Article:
The outcomes of Egger’s test (t = 0.17, P = 0.873) and symmetric funnel plot showed that there was no publication bias from these outcomes (Fig. 4).
Fig. 4

Funnel plot for publication bias of obesity

Discussion

The meta-analysis showed the relationship of glioma with underweight, overweight, and obesity compared normal weight. Only three studies to date have analyzed the relationship between the risk of glioma and underweight, and pooled HR of three studies show underweight could decrease the risk of developing glioma [8, 11, 14]. Excess BMI (BMI ≥ 25 kg.m−2) was significantly associated with a danger of developing glioma. Many studies reported the overweight and obesity were independent risk factors for poor outcome in patients with glioma [8, 1114]. At present, several potential theories have been built to explain how obesity can influence the development of glioma. The most well-known mechanism is the insulin-like growth factor (IGF) hypothesis of obesity-related cancer, which has been implicated in glioma proliferation and progression in vitro [2025]. A 22-case-control study showed a positive correlation between serum IGF-1 levels and glioma risk [26]. IGF-1 inhibitor was found effectively to suppress growth of glioblastoma cell and induced tumor regression in vitro [27]. There is a peak level of IGF during fetal brain development, and it decreases with age. But it reappears in nervous tissue of glioma cells [28]. Insulin resistance and hyperinsulinemia are very common among excess body mass especially obesity [29], which increase the level of free IGF. The free IGF can bind insulin-like growth factor binding protein 1 (IGFBP-1) and insulin-like growth factor binding protein 2 (IGFBP-2). Correspondence with a decrease of the binding protein, more and more higher circulating concentrations of free or bioactive insulin-like growth factor 1 (IGF-1), was detected [21, 30].

Basing on our findings, we thought weight loss is beneficial which may reduce insulin resistance in obese patients. In addition, nutrients and phytochemicals in fruit and vegetables might decrease glioma risk [31], while socioeconomic level, daily alcohol intake, smoking status, number of full-term pregnancies, age at first birth, and oral contraceptive use were not significantly associated with the incidence of glioma [10]. Moore et al. found no link between weight gain between ages 18 and 50 years and glioma risk [12].

As we know, this is the first meta-analysis illustrating the correlation of different BMI grades on the risk of glioma. There are some advantages of this meta-analysis. Firstly, meta-analysis can assess the consistency of result and find the origin of heterogeneity. Secondly, meta-analysis can evaluate and summarize results from different studies which can increase the statistical efficiency and accuracy. Thirdly, we could do detailed subgroup analysis to identify risk factors relative to glioma.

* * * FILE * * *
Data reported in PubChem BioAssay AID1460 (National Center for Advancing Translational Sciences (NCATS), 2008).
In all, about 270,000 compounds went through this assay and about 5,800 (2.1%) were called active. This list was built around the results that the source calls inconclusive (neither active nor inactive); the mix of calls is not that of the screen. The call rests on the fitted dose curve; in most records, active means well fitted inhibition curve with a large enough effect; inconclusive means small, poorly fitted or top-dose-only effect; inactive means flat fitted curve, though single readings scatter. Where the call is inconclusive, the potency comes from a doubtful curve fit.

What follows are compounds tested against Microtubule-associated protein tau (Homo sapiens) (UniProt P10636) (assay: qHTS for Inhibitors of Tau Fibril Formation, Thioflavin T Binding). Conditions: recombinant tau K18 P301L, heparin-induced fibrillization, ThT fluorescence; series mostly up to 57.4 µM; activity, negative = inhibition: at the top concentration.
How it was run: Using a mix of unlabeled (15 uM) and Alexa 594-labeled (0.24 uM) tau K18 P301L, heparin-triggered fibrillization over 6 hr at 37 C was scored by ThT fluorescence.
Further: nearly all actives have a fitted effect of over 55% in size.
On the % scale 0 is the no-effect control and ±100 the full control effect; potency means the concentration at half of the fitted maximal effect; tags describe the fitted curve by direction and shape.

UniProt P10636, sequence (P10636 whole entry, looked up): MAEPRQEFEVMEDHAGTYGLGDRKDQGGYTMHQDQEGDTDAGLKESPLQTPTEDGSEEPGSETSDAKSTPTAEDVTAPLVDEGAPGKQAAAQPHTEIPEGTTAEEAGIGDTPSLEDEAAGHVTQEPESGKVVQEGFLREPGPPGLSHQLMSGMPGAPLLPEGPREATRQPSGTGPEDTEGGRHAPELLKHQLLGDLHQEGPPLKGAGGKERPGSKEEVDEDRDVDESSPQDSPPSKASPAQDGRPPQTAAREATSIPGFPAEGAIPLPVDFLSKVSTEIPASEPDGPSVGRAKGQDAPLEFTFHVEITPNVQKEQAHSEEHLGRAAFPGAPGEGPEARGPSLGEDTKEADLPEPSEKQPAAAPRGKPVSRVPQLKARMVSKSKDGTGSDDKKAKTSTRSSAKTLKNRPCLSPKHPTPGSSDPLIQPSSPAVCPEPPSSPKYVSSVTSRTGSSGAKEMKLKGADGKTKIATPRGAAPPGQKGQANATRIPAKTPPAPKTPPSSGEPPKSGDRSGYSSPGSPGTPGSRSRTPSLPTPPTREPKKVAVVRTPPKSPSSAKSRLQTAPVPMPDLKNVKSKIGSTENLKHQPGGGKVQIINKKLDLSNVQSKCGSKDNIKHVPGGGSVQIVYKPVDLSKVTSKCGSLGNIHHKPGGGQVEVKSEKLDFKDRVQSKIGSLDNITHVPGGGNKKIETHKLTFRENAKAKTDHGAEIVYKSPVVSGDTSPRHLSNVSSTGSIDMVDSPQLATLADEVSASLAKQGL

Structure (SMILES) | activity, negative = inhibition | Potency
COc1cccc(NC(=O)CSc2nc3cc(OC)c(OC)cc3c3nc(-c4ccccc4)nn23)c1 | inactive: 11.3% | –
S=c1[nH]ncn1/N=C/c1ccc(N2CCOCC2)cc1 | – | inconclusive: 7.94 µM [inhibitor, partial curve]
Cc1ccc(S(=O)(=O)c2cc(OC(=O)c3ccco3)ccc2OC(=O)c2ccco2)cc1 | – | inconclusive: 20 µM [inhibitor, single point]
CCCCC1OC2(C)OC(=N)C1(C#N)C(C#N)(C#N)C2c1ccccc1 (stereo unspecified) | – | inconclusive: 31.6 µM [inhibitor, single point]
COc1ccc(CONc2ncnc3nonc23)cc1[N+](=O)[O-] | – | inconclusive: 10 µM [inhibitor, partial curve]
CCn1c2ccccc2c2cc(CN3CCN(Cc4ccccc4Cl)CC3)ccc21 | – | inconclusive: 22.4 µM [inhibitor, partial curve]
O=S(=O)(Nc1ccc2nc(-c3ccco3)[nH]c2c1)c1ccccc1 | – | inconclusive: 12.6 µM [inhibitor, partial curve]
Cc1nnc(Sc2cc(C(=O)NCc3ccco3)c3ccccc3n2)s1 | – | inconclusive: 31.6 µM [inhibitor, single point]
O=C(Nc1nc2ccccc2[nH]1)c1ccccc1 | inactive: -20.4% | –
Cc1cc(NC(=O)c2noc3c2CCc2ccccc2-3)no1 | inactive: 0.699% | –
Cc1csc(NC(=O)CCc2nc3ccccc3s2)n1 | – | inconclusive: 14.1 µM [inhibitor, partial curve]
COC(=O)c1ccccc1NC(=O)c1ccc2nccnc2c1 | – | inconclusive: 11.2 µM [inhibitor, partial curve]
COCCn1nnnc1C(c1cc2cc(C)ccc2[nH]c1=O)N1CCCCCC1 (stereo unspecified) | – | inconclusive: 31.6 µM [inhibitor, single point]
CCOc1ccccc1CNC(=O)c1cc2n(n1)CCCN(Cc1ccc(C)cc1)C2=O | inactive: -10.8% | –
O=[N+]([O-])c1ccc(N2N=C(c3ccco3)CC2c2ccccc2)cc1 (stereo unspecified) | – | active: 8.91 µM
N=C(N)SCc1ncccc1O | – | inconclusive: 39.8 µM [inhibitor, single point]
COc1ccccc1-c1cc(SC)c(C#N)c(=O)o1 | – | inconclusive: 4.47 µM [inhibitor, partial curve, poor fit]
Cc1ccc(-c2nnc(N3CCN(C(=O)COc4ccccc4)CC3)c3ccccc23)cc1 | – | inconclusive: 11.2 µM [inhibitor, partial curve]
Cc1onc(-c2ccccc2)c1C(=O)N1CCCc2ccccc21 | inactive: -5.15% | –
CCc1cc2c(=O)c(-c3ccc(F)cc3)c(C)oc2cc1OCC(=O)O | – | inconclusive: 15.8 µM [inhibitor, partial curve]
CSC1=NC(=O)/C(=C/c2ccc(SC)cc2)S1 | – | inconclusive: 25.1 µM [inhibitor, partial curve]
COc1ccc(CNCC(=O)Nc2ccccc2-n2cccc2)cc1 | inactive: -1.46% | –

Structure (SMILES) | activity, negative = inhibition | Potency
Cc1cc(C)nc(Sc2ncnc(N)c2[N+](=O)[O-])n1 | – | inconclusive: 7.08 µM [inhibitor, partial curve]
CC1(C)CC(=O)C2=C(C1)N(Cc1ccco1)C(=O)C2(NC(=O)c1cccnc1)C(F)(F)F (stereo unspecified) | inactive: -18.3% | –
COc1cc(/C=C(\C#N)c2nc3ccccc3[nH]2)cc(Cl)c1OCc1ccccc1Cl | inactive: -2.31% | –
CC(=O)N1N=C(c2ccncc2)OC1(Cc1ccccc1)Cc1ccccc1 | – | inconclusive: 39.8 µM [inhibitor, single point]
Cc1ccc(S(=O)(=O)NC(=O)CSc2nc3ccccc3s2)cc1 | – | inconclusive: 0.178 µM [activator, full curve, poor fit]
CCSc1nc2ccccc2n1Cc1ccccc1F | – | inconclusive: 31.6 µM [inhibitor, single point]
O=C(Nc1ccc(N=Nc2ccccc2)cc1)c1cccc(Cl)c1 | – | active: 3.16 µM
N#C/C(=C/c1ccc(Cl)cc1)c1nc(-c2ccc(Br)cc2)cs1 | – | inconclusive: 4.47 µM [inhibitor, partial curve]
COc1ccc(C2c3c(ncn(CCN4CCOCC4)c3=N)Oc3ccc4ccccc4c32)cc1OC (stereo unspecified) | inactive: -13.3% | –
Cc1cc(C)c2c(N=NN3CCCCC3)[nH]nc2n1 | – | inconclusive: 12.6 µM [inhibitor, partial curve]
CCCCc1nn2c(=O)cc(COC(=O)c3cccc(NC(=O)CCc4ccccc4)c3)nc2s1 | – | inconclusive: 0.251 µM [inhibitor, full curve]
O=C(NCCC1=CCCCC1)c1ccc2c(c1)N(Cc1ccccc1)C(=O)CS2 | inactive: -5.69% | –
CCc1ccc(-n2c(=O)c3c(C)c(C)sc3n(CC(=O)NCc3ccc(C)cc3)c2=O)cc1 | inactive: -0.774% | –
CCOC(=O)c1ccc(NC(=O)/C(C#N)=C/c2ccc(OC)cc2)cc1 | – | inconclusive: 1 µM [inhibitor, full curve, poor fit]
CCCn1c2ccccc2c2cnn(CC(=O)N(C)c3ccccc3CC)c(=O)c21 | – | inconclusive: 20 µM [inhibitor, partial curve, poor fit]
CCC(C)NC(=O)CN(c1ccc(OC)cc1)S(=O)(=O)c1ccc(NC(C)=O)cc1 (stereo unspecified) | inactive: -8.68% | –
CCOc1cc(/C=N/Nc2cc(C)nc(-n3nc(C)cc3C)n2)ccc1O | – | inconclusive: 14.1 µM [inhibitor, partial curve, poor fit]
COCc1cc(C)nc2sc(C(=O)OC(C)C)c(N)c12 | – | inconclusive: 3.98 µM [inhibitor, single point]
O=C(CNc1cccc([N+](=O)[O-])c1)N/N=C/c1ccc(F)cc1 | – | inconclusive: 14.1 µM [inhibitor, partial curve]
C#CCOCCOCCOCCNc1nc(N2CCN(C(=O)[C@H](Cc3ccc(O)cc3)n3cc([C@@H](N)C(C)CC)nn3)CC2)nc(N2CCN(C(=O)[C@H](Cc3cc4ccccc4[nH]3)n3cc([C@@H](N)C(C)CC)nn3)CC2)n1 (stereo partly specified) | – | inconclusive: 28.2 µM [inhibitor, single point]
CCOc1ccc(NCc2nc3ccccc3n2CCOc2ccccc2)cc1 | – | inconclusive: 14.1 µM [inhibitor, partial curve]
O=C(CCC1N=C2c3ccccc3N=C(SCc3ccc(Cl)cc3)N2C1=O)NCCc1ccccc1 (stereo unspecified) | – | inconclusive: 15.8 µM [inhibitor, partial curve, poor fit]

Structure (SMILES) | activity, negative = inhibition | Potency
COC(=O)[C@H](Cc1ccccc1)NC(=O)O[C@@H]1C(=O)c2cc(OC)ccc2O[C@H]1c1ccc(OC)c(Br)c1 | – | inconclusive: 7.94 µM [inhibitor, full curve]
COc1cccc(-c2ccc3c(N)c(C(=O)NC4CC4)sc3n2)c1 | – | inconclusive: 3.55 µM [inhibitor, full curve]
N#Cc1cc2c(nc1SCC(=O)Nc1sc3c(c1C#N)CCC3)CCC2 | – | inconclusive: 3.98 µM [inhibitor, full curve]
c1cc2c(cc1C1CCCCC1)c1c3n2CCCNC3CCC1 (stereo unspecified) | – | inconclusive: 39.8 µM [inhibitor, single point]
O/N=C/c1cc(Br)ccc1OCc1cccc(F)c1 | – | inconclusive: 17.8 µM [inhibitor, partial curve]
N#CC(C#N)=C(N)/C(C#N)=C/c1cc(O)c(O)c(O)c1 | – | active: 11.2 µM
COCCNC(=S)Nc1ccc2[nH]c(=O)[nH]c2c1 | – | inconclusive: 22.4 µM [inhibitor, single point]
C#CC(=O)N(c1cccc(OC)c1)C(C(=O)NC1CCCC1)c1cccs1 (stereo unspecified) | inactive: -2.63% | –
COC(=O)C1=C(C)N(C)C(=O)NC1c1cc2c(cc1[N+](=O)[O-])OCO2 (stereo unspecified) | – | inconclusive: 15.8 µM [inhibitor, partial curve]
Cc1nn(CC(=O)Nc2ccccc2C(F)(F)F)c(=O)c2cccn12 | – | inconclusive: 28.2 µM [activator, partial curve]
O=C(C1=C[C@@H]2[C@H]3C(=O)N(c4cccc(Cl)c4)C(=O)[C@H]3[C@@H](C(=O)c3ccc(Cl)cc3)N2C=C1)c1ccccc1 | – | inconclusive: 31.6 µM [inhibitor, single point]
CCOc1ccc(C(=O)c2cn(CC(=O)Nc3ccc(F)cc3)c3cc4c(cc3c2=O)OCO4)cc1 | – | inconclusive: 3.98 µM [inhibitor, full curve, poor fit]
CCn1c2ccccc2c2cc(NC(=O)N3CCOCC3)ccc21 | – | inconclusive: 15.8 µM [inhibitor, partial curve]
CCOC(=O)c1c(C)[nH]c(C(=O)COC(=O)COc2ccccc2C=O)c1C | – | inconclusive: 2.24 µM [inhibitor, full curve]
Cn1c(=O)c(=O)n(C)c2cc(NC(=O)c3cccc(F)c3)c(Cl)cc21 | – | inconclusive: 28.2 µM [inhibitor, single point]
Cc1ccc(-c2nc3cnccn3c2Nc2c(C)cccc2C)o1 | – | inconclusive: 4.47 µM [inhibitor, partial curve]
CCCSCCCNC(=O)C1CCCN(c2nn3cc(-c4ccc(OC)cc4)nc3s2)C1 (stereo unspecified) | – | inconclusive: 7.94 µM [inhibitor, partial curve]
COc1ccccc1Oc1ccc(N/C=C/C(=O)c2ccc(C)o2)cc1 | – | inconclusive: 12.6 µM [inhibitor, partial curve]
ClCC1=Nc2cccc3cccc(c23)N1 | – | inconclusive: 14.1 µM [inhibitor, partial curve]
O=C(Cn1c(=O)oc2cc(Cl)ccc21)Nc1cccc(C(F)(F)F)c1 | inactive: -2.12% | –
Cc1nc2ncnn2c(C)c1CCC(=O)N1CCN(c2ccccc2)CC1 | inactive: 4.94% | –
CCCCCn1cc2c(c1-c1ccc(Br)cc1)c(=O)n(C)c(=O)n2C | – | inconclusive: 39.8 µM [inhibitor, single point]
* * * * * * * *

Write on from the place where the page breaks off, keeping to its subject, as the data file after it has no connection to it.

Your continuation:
Several potential limitations of this meta-analysis should be noted. First, the number of included studies was small which might let us underestimate the true association. Second, as all included studies were observational, we cannot exclude all confounders like age, region, and race. Third, because of our strict inclusive criteria, many articles might exclude subject. Forth, the data were not stratified according to the WHO grade of tumors. Finally, unpublished negative results were needed to be considered.

Conclusion

Underweight could decrease the risk of developing glioma. Excess BMI was considered as a risk factor for developing glioma. But this outcome needs more prospective studies to further confirm the study.

Declarations

Acknowledgements

Doctor wei Zhang helped in formulating the research strategy, gaining data, and data analysis. Shenqing Lv modified this paper. We also greatly appreciate all healthcare workers of the neurosurgery department in Xinqiao hospital. Thanks for the support.

Open Access This article is distributed under the terms of the Creative Commons Attribution 4.0 International License (http://creativecommons.org/licenses/by/4.0), which permits unrestricted use, distribution, and reproduction in any medium, provided you give appropriate credit to the original author(s) and the source, provide a link to the Creative Commons license, and indicate if changes were made. The Creative Commons Public Domain Dedication waiver (http://creativecommons.org/publicdomain/zero/1.0/) applies to the data made available in this article, unless otherwise stated.

Authors’ Affiliations

(1)
Department of Neurosurgery, Xinqiao Hospital, The Third Military Medical University

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Copyright

© Dai et al. 2015